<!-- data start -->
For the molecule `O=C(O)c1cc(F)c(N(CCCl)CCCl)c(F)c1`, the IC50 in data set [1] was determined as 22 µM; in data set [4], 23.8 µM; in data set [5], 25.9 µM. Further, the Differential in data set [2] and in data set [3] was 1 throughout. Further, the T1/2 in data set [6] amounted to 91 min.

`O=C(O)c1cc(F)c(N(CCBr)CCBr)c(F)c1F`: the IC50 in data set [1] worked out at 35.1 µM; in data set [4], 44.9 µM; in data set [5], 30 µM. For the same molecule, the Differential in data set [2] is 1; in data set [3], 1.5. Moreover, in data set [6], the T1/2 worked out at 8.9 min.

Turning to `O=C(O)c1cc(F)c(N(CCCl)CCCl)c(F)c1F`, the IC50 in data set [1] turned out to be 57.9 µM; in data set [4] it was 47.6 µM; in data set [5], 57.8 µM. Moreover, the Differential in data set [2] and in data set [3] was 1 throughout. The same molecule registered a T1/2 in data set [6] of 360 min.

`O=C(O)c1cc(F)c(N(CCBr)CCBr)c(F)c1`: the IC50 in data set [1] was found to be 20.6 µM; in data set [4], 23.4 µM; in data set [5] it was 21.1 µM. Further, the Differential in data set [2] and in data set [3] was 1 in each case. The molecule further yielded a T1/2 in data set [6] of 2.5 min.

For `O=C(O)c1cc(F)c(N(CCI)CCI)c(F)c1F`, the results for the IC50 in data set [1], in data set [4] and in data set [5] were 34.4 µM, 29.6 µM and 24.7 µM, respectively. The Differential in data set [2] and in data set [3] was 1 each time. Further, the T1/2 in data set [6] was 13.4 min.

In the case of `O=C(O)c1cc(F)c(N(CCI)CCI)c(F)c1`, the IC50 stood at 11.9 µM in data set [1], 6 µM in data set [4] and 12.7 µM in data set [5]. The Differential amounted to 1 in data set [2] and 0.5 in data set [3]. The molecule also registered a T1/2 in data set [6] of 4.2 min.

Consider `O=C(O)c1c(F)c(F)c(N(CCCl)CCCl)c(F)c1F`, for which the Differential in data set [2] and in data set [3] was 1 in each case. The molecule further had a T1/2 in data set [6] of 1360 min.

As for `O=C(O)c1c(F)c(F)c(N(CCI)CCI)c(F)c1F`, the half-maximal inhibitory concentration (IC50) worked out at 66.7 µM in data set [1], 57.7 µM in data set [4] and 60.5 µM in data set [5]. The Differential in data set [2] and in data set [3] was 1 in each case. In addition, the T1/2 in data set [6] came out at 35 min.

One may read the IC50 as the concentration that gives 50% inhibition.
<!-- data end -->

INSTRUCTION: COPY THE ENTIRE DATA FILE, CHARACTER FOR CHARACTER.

For the molecule `O=C(O)c1cc(F)c(N(CCCl)CCCl)c(F)c1`, the IC50 in data set [1] was determined as 22 µM; in data set [4], 23.8 µM; in data set [5], 25.9 µM. Further, the Differential in data set [2] and in data set [3] was 1 throughout. Further, the T1/2 in data set [6] amounted to 91 min.

`O=C(O)c1cc(F)c(N(CCBr)CCBr)c(F)c1F`: the IC50 in data set [1] worked out at 35.1 µM; in data set [4], 44.9 µM; in data set [5], 30 µM. For the same molecule, the Differential in data set [2] is 1; in data set [3], 1.5. Moreover, in data set [6], the T1/2 worked out at 8.9 min.

Turning to `O=C(O)c1cc(F)c(N(CCCl)CCCl)c(F)c1F`, the IC50 in data set [1] turned out to be 57.9 µM; in data set [4] it was 47.6 µM; in data set [5], 57.8 µM. Moreover, the Differential in data set [2] and in data set [3] was 1 throughout. The same molecule registered a T1/2 in data set [6] of 360 min.

`O=C(O)c1cc(F)c(N(CCBr)CCBr)c(F)c1`: the IC50 in data set [1] was found to be 20.6 µM; in data set [4], 23.4 µM; in data set [5] it was 21.1 µM. Further, the Differential in data set [2] and in data set [3] was 1 in each case. The molecule further yielded a T1/2 in data set [6] of 2.5 min.

For `O=C(O)c1cc(F)c(N(CCI)CCI)c(F)c1F`, the results for the IC50 in data set [1], in data set [4] and in data set [5] were 34.4 µM, 29.6 µM and 24.7 µM, respectively. The Differential in data set [2] and in data set [3] was 1 each time. Further, the T1/2 in data set [6] was 13.4 min.

In the case of `O=C(O)c1cc(F)c(N(CCI)CCI)c(F)c1`, the IC50 stood at 11.9 µM in data set [1], 6 µM in data set [4] and 12.7 µM in data set [5]. The Differential amounted to 1 in data set [2] and 0.5 in data set [3]. The molecule also registered a T1/2 in data set [6] of 4.2 min.

Consider `O=C(O)c1c(F)c(F)c(N(CCCl)CCCl)c(F)c1F`, for which the Differential in data set [2] and in data set [3] was 1 in each case. The molecule further had a T1/2 in data set [6] of 1360 min.

As for `O=C(O)c1c(F)c(F)c(N(CCI)CCI)c(F)c1F`, the half-maximal inhibitory concentration (IC50) worked out at 66.7 µM in data set [1], 57.7 µM in data set [4] and 60.5 µM in data set [5]. The Differential in data set [2] and in data set [3] was 1 in each case. In addition, the T1/2 in data set [6] came out at 35 min.

One may read the IC50 as the concentration that gives 50% inhibition.